No surprise the world can be a dangerous place to live, but the challenges can be even greater for those with multiple sclerosis. According to a 2014 study published in the journal PLoS One, folks with MS are twice as likely to fall accidentally as those who don’t have the disease. And falls aren’t the only risk. Multiple sclerosis presents all sorts of safety concerns – from driving a car and keeping track of medications to avoiding certain circumstances that could trigger a relapse of symptoms.
It’s easy to understand why multiple sclerosis can make maneuvering in the world especially challenging. An autoimmune disease, MS damages the myelin sheath (covering) around the neurons in the brain and spinal cord responsible for sending signals to other parts of the body. That can lead to symptoms such as brain fog, depression, muscle spasticity, imbalance, extreme fatigue and vision issues – all of which can contribute to an increased risk of falling, as well as other kinds of accidents and misjudgments.
One way to reduce potential problems is by paying attention to the most common issues that can trip you up, such as:
“Many multiple sclerosis patients suffer with cognitive issues (especially with memory), as well as extreme fatigue, and both these conditions can interfere with sticking to a medication schedule,” says Victoria Leavitt, clinical neuropsychologist and Director of the Multiple Sclerosis Cognitive Neuroscience Laboratory at Columbia University Medical Center in New York. A 2013 review of MS patients and their adherence to medications supports Leavitt’s view. The study showed that less than 64 percent of patients take their MS drugs as prescribed. Fatigue and forgetfulness were among the top reasons for missing medication.
There’s another reason why MS patients may not take their medicine. “Some patients make a conscious decision to stop taking drugs because they start feeling better and figure they’re no longer needed,” Leavitt explains. “This is especially true for people with relapsing remitting MS, which is a type of MS where symptoms come and go. In some cases, it can be months or years before a problem returns,” Leavitt says. “But for safety’s sake, before patients decide to stop taking their medications, they always need to discuss it first with their doctor. There can be serious consequences if a drug is abruptly abandoned, including the return of symptoms.”
“As many as 75 percent of MS patients will be affected by balance problems sometime during the course of their disease, so their homes need to be safety-proofed for possible falling,” says Dr. Devon Conway, staff neurologist in Cleveland Clinic‘s Mellen Center for Multiple Sclerosis. “MS patients can arrange for a physical or occupational therapist to make a home visit. An assessment will be made, along with suggestions on how to make the patient’s home safer,” Conway says.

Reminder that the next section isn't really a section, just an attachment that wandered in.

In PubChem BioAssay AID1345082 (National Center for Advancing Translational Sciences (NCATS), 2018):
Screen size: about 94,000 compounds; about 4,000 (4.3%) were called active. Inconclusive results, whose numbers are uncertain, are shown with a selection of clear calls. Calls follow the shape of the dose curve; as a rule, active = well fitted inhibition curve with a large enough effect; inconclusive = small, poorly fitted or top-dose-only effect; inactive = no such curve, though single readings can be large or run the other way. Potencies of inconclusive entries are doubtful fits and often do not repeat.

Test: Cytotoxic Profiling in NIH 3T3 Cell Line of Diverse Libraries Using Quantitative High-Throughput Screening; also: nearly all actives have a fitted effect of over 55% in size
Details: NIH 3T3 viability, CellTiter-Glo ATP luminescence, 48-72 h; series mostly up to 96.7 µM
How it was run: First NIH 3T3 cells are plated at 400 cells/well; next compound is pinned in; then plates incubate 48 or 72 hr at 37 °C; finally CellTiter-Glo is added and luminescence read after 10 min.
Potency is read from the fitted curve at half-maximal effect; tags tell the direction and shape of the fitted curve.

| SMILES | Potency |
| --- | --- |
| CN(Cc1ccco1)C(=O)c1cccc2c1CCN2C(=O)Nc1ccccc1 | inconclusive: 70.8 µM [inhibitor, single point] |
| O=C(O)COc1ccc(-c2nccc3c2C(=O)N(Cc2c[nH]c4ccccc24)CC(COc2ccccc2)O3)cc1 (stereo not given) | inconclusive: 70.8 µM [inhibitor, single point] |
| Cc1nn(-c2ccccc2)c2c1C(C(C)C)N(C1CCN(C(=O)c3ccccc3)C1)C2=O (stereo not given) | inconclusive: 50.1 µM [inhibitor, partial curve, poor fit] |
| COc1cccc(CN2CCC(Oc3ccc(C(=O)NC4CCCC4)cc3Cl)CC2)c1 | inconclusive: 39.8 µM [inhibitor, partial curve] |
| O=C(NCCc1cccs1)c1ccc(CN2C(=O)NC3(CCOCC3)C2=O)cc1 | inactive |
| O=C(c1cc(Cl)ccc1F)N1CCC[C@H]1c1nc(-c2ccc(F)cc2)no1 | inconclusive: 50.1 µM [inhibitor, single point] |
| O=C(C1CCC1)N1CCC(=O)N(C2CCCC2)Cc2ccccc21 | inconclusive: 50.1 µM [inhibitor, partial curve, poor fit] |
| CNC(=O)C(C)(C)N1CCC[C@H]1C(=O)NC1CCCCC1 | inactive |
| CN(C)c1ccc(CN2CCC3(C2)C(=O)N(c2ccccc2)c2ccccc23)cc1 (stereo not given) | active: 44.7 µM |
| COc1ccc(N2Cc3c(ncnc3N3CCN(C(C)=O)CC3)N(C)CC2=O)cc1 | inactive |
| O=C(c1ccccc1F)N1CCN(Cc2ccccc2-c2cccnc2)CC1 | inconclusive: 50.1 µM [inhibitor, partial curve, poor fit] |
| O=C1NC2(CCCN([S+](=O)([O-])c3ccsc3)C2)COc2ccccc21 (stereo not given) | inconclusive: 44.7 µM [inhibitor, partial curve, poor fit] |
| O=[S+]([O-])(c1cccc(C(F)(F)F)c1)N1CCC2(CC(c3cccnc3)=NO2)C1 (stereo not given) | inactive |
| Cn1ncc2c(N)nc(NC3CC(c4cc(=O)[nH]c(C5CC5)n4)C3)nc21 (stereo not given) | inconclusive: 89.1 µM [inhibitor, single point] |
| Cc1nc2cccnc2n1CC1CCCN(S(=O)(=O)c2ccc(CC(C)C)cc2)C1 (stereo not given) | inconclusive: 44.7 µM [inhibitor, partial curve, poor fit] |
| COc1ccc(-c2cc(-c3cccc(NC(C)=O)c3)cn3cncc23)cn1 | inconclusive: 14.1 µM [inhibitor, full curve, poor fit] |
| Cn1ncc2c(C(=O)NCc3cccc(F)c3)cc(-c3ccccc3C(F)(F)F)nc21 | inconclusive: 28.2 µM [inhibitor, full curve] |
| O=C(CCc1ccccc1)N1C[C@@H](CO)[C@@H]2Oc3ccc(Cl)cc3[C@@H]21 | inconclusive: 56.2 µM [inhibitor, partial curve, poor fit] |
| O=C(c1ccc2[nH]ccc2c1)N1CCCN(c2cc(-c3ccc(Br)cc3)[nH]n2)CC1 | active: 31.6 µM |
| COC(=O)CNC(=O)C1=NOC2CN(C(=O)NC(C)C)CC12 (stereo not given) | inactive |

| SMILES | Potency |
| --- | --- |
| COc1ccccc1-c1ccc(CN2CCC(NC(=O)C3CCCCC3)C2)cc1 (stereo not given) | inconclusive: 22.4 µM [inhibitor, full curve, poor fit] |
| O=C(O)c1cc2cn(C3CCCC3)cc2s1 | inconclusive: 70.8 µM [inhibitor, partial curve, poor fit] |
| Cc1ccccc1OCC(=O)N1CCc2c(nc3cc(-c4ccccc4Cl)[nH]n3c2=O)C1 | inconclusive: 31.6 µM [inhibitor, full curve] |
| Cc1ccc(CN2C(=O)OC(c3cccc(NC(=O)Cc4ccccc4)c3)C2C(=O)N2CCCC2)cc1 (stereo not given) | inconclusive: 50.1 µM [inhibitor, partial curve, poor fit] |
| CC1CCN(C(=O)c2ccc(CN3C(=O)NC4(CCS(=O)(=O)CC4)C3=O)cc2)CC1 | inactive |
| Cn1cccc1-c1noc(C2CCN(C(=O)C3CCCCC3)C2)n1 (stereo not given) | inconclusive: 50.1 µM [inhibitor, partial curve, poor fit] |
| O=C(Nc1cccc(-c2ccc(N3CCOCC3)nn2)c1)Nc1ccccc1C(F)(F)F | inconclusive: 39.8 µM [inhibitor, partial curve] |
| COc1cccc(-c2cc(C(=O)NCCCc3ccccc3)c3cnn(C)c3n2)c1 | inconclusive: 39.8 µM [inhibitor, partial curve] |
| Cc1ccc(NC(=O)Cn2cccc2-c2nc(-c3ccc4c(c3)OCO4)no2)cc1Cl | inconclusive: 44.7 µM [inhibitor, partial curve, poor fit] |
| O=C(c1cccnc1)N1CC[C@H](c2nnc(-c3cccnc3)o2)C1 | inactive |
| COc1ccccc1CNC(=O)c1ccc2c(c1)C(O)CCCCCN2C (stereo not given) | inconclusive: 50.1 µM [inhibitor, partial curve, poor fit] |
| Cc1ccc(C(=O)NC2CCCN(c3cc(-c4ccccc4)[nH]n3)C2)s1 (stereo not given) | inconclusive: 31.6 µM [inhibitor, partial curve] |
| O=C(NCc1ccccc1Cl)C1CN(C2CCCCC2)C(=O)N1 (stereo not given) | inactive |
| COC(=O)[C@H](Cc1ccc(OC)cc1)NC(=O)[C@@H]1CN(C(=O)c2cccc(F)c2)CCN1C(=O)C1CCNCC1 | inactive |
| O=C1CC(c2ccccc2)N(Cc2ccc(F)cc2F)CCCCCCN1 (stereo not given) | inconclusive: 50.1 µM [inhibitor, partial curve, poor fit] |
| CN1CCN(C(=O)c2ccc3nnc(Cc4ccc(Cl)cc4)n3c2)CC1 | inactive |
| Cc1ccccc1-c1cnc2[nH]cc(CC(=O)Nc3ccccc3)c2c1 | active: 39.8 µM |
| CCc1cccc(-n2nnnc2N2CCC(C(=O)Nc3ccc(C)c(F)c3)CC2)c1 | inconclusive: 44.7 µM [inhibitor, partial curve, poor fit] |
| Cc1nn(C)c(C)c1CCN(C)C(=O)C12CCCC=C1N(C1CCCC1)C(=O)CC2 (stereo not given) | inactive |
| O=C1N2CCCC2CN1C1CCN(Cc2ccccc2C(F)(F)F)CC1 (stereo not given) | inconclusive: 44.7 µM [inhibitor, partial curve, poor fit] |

Several common adjustments the National Multiple Sclerosis Society recommends, include:
- Putting grab bars in the tub, shower and near the toilet.
- Removing throw rugs.
- Creating an unobstructed path throughout the house.
- Keeping night lights on to lead the way in darkened hallways.
- Getting rid of clutter.
- Making sure furniture is sturdy and easy to use.
- Putting pots, pans and dishes where they can be reached easily without climbing or standing on tiptoe.
On-the Job Issues
Even after you’re diagnosed with MS, there’s a good chance you’ll still be able to keep your job. But there could be an exception if your employment requires the use of heavy, or potentially dangerous machinery. “Because MS can interrupt signals between your brain and body, you may develop symptoms such as visual blurriness, dizziness, extreme fatigue and weak limbs. Dealing with any of these problems while working with heavy machinery can create a potentially dangerous situation,” Conway points out. What can you do? According to the Americans with Disabilities Act, you have a right to keep a job. The law requires your employer to make possible accommodations, including the use of special devices or equipment. That said, if your MS makes it unsafe for you to do your job, you might have to look for other work or apply for disability benefits.
“Driving is an incredibly complex cognitive activity and can be hazardous if you get somebody behind the wheel who has sudden numbness, vision or scanning issues, or if they have executive function impairment,” Leavitt says. “Just getting in and out of a car can create a risk for falling.” But driving isn’t an easy issue to tackle. “I wouldn’t want to tell someone they shouldn’t drive because it’s a huge part of independence,” she adds. But keep in mind that studies show there is a higher rate of accidents in drivers who have MS.
What’s the answer? “It’s probably best to err on the side of caution,” Leavitt says. “If you’re not sure, speak to your doctor who can refer you for a driving evaluation.” The National Multiple Sclerosis Society says that this test includes office-based and behind-the-wheel assessments. Special adaptive equipment may be available to help you adjust for deficits that interfere with your driving such as mechanical hand controls to operate the gas and brake, or a spinner knob to turn the steering wheel, among other adjustments.
In a study published in 2011 in the journal Bio Med Central Neurology, Swedish researchers found that more than 70 percent of 256 MS sufferers experienced some sort of heat sensitivity. The study also pointed to the most common symptoms of overheating: fatigue, difficulty concentrating, pain and visual blurriness.
“Rising body temperature is a big concern because it can make MS symptoms temporarily worse. This phenomenon is called Uthoff’s Syndrome,” Conway explains. “A healthy body cools off on its own because the hypothalamus regulates core body temperature, but with MS, signals to that area of the brain can misfire and the body doesn’t know it’s supposed to cool down.”